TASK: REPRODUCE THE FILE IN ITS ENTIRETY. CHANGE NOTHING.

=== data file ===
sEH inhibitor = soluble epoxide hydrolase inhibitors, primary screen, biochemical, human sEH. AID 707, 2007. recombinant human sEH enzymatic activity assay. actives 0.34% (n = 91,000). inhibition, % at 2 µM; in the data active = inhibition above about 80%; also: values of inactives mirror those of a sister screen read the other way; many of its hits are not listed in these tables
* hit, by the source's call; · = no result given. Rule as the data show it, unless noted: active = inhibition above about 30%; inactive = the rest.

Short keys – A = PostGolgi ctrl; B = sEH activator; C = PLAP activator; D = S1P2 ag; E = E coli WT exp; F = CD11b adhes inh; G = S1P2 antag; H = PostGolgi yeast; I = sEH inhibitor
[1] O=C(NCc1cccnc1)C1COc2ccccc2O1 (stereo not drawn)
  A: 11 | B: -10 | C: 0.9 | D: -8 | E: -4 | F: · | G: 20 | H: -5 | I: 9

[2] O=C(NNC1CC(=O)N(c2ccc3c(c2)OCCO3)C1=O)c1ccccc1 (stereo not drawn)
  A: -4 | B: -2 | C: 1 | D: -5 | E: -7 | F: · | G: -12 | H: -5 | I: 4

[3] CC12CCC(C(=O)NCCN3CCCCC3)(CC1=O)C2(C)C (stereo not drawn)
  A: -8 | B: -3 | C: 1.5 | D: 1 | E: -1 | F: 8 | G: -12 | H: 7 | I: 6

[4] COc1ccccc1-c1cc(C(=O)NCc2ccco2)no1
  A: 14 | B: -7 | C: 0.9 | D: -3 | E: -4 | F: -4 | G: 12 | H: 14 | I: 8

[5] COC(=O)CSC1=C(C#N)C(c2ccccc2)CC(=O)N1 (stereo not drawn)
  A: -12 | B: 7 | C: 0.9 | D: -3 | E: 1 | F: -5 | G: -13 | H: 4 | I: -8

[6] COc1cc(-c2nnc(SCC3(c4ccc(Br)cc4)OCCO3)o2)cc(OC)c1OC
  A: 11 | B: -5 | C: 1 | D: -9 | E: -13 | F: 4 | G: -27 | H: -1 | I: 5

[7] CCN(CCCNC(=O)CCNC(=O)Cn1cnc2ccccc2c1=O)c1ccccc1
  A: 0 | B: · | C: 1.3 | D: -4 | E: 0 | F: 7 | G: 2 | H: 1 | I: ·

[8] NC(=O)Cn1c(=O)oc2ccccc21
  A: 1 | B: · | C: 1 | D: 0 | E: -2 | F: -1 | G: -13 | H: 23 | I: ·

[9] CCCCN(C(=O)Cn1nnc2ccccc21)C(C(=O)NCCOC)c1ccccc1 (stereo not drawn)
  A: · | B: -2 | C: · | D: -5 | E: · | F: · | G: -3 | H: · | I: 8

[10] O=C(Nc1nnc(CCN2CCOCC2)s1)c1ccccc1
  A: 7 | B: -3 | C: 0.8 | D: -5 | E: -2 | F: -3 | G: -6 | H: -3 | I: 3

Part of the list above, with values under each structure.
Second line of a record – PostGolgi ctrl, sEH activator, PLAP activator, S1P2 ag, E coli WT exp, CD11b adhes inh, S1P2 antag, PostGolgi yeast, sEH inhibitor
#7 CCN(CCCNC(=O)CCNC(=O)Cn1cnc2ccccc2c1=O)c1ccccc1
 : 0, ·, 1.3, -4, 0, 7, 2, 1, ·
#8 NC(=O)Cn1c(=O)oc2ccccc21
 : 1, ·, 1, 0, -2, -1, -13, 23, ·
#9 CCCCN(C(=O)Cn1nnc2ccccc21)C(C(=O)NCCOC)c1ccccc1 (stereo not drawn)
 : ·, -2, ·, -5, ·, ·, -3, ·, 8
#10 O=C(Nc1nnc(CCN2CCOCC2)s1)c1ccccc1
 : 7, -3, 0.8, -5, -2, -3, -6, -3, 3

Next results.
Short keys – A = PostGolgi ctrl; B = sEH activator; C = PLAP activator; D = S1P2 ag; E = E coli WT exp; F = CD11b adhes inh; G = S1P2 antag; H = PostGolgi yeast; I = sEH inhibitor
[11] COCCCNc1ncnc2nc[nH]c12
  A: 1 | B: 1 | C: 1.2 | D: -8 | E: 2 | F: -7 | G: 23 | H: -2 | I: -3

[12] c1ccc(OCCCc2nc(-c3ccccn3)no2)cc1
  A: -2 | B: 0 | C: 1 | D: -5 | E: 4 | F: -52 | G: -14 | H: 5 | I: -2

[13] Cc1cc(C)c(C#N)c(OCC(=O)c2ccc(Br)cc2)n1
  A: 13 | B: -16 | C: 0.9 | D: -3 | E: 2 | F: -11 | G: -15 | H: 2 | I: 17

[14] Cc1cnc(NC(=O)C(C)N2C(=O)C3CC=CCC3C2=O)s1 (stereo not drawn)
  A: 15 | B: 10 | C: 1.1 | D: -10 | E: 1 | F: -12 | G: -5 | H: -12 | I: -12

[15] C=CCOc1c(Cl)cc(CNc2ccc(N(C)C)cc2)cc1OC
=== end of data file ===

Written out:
sEH inhibitor = soluble epoxide hydrolase inhibitors, primary screen, biochemical, human sEH. AID 707, 2007. recombinant human sEH enzymatic activity assay. actives 0.34% (n = 91,000). inhibition, % at 2 µM; in the data active = inhibition above about 80%; also: values of inactives mirror those of a sister screen read the other way; many of its hits are not listed in these tables
* hit, by the source's call; · = no result given. Rule as the data show it, unless noted: active = inhibition above about 30%; inactive = the rest.

Short keys – A = PostGolgi ctrl; B = sEH activator; C = PLAP activator; D = S1P2 ag; E = E coli WT exp; F = CD11b adhes inh; G = S1P2 antag; H = PostGolgi yeast; I = sEH inhibitor
[1] O=C(NCc1cccnc1)C1COc2ccccc2O1 (stereo not drawn)
  A: 11 | B: -10 | C: 0.9 | D: -8 | E: -4 | F: · | G: 20 | H: -5 | I: 9

[2] O=C(NNC1CC(=O)N(c2ccc3c(c2)OCCO3)C1=O)c1ccccc1 (stereo not drawn)
  A: -4 | B: -2 | C: 1 | D: -5 | E: -7 | F: · | G: -12 | H: -5 | I: 4

[3] CC12CCC(C(=O)NCCN3CCCCC3)(CC1=O)C2(C)C (stereo not drawn)
  A: -8 | B: -3 | C: 1.5 | D: 1 | E: -1 | F: 8 | G: -12 | H: 7 | I: 6

[4] COc1ccccc1-c1cc(C(=O)NCc2ccco2)no1
  A: 14 | B: -7 | C: 0.9 | D: -3 | E: -4 | F: -4 | G: 12 | H: 14 | I: 8

[5] COC(=O)CSC1=C(C#N)C(c2ccccc2)CC(=O)N1 (stereo not drawn)
  A: -12 | B: 7 | C: 0.9 | D: -3 | E: 1 | F: -5 | G: -13 | H: 4 | I: -8

[6] COc1cc(-c2nnc(SCC3(c4ccc(Br)cc4)OCCO3)o2)cc(OC)c1OC
  A: 11 | B: -5 | C: 1 | D: -9 | E: -13 | F: 4 | G: -27 | H: -1 | I: 5

[7] CCN(CCCNC(=O)CCNC(=O)Cn1cnc2ccccc2c1=O)c1ccccc1
  A: 0 | B: · | C: 1.3 | D: -4 | E: 0 | F: 7 | G: 2 | H: 1 | I: ·

[8] NC(=O)Cn1c(=O)oc2ccccc21
  A: 1 | B: · | C: 1 | D: 0 | E: -2 | F: -1 | G: -13 | H: 23 | I: ·

[9] CCCCN(C(=O)Cn1nnc2ccccc21)C(C(=O)NCCOC)c1ccccc1 (stereo not drawn)
  A: · | B: -2 | C: · | D: -5 | E: · | F: · | G: -3 | H: · | I: 8

[10] O=C(Nc1nnc(CCN2CCOCC2)s1)c1ccccc1
  A: 7 | B: -3 | C: 0.8 | D: -5 | E: -2 | F: -3 | G: -6 | H: -3 | I: 3

Part of the list above, with values under each structure.
Second line of a record – PostGolgi ctrl, sEH activator, PLAP activator, S1P2 ag, E coli WT exp, CD11b adhes inh, S1P2 antag, PostGolgi yeast, sEH inhibitor
#7 CCN(CCCNC(=O)CCNC(=O)Cn1cnc2ccccc2c1=O)c1ccccc1
 : 0, ·, 1.3, -4, 0, 7, 2, 1, ·
#8 NC(=O)Cn1c(=O)oc2ccccc21
 : 1, ·, 1, 0, -2, -1, -13, 23, ·
#9 CCCCN(C(=O)Cn1nnc2ccccc21)C(C(=O)NCCOC)c1ccccc1 (stereo not drawn)
 : ·, -2, ·, -5, ·, ·, -3, ·, 8
#10 O=C(Nc1nnc(CCN2CCOCC2)s1)c1ccccc1
 : 7, -3, 0.8, -5, -2, -3, -6, -3, 3

Next results.
Short keys – A = PostGolgi ctrl; B = sEH activator; C = PLAP activator; D = S1P2 ag; E = E coli WT exp; F = CD11b adhes inh; G = S1P2 antag; H = PostGolgi yeast; I = sEH inhibitor
[11] COCCCNc1ncnc2nc[nH]c12
  A: 1 | B: 1 | C: 1.2 | D: -8 | E: 2 | F: -7 | G: 23 | H: -2 | I: -3

[12] c1ccc(OCCCc2nc(-c3ccccn3)no2)cc1
  A: -2 | B: 0 | C: 1 | D: -5 | E: 4 | F: -52 | G: -14 | H: 5 | I: -2

[13] Cc1cc(C)c(C#N)c(OCC(=O)c2ccc(Br)cc2)n1
  A: 13 | B: -16 | C: 0.9 | D: -3 | E: 2 | F: -11 | G: -15 | H: 2 | I: 17

[14] Cc1cnc(NC(=O)C(C)N2C(=O)C3CC=CCC3C2=O)s1 (stereo not drawn)
  A: 15 | B: 10 | C: 1.1 | D: -10 | E: 1 | F: -12 | G: -5 | H: -12 | I: -12

[15] C=CCOc1c(Cl)cc(CNc2ccc(N(C)C)cc2)cc1OC